HAMMOND — A federal magistrate judge has sided with the American Civil Liberties Union by holding the East Chicago Housing Authority in contempt of court for violating a previous order that barred the local housing agency from warrantless searches.
U.S. District Court Magistrate Judge Paul R. Cherry in his ruling stated ECHA has violated a preliminary injunction entered in October 2016.
The injunction was born from a March 2016 lawsuit that challenged ECHA’s practice of conducting inspections and apartment searches without tenants’ voluntary consent, without a warrant, and through use of drug-sniffing dogs in the hallways.
The suit alleged such searches violated the Fourth Amendment.
At the center of the latest American Civil Liberties Union challenge is strongly worded language ECHA chose for a blanket consent form that — once signed by tenants — gave ECHA permission to gain access to apartment units for inspections.
If the tenant refused to sign, ECHA warned them with a disclaimer at the bottom of the form — presented in all-capital letters — that they could be threatened with possible eviction in a court of law, court records show.
Shawn Polk, a former ECHA resident with interest in the matter, argued in court filings the form does not advise tenants of their right to revoke consent at any time, and that ECHA’s form implies the opposite.
He further argued residents “are being coerced” into providing consent for searches.
Cherry agreed with Polk’s interpretation.
“The Court finds that the plain language of the Blanket Consent Form, for those who sign it, is coercive and conditions the signatory’s continued residency in the building on continuing to give consent once the form is signed for the remainder of the tenant’s residency with ECHA,” Cherry writes in his findings.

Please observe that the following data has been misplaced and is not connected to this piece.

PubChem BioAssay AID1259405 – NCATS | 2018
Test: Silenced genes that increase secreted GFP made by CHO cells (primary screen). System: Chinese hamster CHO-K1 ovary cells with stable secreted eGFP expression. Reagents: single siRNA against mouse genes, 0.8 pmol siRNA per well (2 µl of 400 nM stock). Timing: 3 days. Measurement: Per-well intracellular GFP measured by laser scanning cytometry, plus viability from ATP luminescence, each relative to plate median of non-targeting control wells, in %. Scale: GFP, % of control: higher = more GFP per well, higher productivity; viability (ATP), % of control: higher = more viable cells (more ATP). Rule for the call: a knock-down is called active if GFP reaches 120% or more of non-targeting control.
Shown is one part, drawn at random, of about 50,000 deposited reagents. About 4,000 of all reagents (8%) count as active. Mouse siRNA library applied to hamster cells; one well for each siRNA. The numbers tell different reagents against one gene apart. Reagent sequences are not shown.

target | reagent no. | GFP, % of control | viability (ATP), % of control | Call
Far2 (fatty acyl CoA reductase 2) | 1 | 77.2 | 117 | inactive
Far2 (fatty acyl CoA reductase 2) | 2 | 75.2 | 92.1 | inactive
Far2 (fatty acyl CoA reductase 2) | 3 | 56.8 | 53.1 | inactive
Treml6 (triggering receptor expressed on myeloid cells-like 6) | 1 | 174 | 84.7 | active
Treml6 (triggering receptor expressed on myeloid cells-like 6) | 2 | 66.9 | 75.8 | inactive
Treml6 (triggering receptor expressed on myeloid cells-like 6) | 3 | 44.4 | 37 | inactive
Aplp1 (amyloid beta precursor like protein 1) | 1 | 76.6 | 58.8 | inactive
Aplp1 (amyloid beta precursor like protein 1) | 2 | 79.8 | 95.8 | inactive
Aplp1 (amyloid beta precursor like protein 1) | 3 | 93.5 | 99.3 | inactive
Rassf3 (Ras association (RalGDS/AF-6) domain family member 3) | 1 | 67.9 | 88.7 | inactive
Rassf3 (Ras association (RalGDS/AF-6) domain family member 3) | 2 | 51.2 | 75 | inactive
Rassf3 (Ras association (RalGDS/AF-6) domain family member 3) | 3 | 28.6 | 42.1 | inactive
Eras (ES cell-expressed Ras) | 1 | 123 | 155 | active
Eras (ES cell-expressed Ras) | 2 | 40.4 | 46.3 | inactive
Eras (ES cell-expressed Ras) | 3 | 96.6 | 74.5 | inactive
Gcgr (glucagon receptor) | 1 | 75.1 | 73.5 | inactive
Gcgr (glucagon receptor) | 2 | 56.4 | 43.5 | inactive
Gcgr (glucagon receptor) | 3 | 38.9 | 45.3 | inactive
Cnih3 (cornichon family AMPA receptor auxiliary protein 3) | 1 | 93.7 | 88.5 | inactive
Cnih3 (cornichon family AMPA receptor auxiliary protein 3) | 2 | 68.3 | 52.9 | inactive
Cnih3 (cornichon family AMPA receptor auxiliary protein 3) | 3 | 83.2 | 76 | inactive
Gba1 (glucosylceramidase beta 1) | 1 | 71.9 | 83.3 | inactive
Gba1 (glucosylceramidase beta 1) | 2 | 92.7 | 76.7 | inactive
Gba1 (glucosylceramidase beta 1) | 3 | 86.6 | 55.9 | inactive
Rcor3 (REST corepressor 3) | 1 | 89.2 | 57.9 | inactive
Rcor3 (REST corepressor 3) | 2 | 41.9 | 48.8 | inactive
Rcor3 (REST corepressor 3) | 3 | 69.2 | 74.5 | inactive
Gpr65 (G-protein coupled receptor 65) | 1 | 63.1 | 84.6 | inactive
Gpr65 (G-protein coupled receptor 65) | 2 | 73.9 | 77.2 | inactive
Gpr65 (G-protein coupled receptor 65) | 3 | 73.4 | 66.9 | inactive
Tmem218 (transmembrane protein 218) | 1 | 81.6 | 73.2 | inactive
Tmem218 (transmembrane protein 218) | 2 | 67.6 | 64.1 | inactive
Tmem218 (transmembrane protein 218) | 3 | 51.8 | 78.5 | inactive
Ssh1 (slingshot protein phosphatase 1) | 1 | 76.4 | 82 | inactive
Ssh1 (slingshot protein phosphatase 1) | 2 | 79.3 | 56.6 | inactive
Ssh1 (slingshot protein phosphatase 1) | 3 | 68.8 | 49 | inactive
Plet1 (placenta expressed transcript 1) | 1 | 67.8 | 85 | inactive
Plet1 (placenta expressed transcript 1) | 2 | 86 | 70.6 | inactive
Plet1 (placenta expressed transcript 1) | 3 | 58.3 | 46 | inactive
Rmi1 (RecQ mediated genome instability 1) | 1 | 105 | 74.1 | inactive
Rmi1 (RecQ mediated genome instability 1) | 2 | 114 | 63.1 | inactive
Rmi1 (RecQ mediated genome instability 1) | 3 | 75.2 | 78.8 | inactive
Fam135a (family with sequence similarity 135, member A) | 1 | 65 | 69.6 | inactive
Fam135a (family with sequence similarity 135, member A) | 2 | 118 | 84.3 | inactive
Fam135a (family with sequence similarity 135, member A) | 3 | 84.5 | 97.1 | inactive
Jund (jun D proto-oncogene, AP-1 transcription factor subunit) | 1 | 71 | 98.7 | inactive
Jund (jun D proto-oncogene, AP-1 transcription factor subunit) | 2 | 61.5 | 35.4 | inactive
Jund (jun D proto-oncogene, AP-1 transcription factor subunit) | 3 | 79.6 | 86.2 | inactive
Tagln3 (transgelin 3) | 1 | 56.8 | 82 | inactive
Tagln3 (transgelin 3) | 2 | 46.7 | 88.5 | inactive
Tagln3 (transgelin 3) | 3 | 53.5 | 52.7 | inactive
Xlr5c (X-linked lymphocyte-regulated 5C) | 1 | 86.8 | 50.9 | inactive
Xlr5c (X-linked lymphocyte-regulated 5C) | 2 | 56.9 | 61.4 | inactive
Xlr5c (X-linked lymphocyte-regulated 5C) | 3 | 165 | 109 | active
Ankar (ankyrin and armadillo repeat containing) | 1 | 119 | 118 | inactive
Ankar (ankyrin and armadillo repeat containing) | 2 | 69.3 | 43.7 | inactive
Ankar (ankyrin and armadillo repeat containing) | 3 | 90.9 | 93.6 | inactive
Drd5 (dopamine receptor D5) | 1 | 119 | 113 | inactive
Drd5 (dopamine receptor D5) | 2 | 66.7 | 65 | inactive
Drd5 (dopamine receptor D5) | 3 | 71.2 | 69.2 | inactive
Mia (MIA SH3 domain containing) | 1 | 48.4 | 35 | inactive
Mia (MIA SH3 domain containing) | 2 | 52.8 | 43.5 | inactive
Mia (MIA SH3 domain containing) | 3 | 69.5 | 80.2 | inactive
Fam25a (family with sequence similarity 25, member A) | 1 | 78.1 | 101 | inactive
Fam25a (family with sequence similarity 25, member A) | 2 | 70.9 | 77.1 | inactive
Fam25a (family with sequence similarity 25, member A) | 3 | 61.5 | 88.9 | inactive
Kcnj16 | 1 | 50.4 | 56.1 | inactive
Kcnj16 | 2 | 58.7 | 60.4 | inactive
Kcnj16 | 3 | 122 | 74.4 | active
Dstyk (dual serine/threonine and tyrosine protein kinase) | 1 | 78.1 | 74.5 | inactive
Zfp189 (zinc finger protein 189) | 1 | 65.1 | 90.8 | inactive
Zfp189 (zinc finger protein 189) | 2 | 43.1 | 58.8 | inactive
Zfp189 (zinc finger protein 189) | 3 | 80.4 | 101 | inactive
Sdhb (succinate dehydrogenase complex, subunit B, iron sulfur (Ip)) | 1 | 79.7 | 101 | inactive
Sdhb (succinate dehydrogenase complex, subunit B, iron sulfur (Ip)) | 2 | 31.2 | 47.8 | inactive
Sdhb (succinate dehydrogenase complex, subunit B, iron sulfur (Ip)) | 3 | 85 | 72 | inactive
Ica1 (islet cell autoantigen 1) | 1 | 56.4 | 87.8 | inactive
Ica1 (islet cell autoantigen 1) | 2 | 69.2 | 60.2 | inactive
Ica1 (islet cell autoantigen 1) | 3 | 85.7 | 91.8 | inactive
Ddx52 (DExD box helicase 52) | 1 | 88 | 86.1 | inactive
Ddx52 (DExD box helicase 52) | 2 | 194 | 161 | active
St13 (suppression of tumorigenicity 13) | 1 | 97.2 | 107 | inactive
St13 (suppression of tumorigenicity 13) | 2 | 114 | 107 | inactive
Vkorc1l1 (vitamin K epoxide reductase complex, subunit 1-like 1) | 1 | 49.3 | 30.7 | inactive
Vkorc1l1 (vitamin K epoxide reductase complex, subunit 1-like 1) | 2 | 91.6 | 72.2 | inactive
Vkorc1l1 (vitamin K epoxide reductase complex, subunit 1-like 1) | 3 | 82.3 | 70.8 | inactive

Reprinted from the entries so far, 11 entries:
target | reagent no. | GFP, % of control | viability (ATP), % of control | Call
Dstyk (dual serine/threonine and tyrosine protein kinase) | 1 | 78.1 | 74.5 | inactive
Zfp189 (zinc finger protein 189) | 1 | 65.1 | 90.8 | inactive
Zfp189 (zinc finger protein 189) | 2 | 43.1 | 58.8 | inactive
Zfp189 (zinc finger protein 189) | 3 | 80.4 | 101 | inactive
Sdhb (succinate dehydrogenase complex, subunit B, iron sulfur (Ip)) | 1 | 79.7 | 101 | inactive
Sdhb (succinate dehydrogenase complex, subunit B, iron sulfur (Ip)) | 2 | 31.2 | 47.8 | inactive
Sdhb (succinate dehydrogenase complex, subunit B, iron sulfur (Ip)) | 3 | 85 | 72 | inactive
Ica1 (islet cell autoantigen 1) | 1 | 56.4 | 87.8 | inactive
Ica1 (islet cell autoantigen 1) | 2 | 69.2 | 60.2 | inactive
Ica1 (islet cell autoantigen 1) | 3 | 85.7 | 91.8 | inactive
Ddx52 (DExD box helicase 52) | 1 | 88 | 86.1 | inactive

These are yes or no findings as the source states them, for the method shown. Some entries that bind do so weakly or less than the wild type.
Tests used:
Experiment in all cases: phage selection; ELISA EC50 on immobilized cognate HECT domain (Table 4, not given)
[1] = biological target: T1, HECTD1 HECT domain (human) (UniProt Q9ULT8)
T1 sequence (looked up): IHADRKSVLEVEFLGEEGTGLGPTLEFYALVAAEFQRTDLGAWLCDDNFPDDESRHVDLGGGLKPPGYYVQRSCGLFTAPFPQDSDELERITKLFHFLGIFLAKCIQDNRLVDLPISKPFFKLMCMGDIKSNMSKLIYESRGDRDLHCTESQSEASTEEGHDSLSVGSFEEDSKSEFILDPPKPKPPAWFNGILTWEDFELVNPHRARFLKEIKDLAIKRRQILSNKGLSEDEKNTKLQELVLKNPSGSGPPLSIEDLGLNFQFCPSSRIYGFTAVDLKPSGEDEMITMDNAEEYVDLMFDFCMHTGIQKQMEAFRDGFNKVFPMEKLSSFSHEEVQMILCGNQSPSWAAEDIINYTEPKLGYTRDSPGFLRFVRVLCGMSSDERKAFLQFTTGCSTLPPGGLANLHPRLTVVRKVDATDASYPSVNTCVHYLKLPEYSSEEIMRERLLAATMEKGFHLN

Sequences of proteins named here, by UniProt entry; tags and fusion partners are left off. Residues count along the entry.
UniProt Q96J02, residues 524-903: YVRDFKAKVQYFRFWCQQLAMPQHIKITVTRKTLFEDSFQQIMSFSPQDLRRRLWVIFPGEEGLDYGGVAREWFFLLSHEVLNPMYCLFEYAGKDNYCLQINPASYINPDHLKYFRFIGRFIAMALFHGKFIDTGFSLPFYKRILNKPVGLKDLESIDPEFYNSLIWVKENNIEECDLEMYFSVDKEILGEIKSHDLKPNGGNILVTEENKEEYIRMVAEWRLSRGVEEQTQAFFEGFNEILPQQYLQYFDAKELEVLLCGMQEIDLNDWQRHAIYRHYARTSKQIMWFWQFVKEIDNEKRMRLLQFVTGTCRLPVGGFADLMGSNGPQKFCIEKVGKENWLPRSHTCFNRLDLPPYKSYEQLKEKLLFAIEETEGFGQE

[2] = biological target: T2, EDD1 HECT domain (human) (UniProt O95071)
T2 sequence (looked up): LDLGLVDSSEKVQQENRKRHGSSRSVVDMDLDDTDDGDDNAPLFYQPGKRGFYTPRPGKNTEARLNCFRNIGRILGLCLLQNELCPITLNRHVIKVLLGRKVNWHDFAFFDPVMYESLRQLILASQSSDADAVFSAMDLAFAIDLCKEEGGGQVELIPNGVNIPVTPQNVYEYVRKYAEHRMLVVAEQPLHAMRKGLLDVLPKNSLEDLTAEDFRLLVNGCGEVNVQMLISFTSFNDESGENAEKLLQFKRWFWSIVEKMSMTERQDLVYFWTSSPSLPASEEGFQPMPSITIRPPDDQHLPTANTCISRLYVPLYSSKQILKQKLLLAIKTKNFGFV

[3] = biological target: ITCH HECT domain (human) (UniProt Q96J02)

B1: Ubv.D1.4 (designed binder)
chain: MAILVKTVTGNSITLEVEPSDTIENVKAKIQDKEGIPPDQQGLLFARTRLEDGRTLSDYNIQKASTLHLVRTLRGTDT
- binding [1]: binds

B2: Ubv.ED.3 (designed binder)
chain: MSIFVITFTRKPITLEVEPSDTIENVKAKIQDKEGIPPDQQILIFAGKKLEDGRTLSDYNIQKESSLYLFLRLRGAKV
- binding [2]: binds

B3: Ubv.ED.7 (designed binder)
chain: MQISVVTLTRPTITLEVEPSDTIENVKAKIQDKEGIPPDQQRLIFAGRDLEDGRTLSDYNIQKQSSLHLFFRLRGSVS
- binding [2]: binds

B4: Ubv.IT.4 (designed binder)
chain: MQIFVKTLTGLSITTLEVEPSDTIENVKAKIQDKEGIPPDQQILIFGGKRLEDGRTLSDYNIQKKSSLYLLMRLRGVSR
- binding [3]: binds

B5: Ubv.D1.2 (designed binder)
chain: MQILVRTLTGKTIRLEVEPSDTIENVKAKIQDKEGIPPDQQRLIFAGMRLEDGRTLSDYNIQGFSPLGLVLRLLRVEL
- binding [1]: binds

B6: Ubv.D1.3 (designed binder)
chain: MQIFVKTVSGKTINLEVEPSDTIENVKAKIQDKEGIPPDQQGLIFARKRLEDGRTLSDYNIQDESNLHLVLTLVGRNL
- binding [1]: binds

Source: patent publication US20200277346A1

Consent must be “voluntary — that is freely and intelligently given” and “cannot be coerced by ‘explicit or implicit means, by implied threat or covert force,’ ” Cherry continues, citing a previous court case.
Cherry has ordered ECHA staff to “cease and desist” from using the blanket consent form in any of its buildings.
Docs: ECHA entered apartment despite resident’s objection
Polk filed a petition in February 2017 seeking to hold ECHA in contempt of court and, on that same day, Edith Bradshaw, a longtime John B. Nicosia Building resident, filed a motion to intervene as a representative in the class action lawsuit.
Bradshaw, 67, alleged ECHA conducted a warrantless “housekeeping” inspection of her apartment on Nov. 7, 2017, despite her explicit objections.
Bradshaw alleges she was hospitalized for 10 days starting Nov. 1, and told a building manager the following day she did not want anyone to enter her apartment before her release from the hospital, according to court records.
She returned Nov. 10 to find a notice from ECHA management stating that staff inspected her unit, anyway. When she asked staff to tell her if they had a warrant, they refused to say either way, court records state.
Bradshaw and the ACLU have argued ECHA did not have a warrant for any of their November 2017 entries for inspections.
The court determined no sanctions against ECHA are necessary at this juncture, noting the building manager, Clara Salinas, has ceased making entries at the John B. Nicosia Building without consent or a warrant after receiving notice of Bradshaw’s complaint filed in federal court.
Nick Snow, attorney for ECHA, said he filed an objection to Cherry’s ruling on behalf of ECHA, which argues the manner in which the form was presented to tenants “is critical to the determination of whether or not the form is so unreasonable as to rise to the level of a finding of contempt.”
“At this time, although we object to the finding of contempt, ECHA has stopped using the forms in question until a definitive ruling is made. At that time, we will review the ruling of the court and take the necessary steps to comply with it,” ECHA attorney Snow said in a statement to The Times.
ECHA also has proposed lease revisions to HUD that further advise tenants of their right to refuse consent and more clearly define procedures for gaining entry, court records show.
Cherry has ordered Polk be awarded reasonable costs and attorney fees and that Bradshaw be awarded $100 in damages and reasonable costs and attorney fees.
Authored by Janine Maureen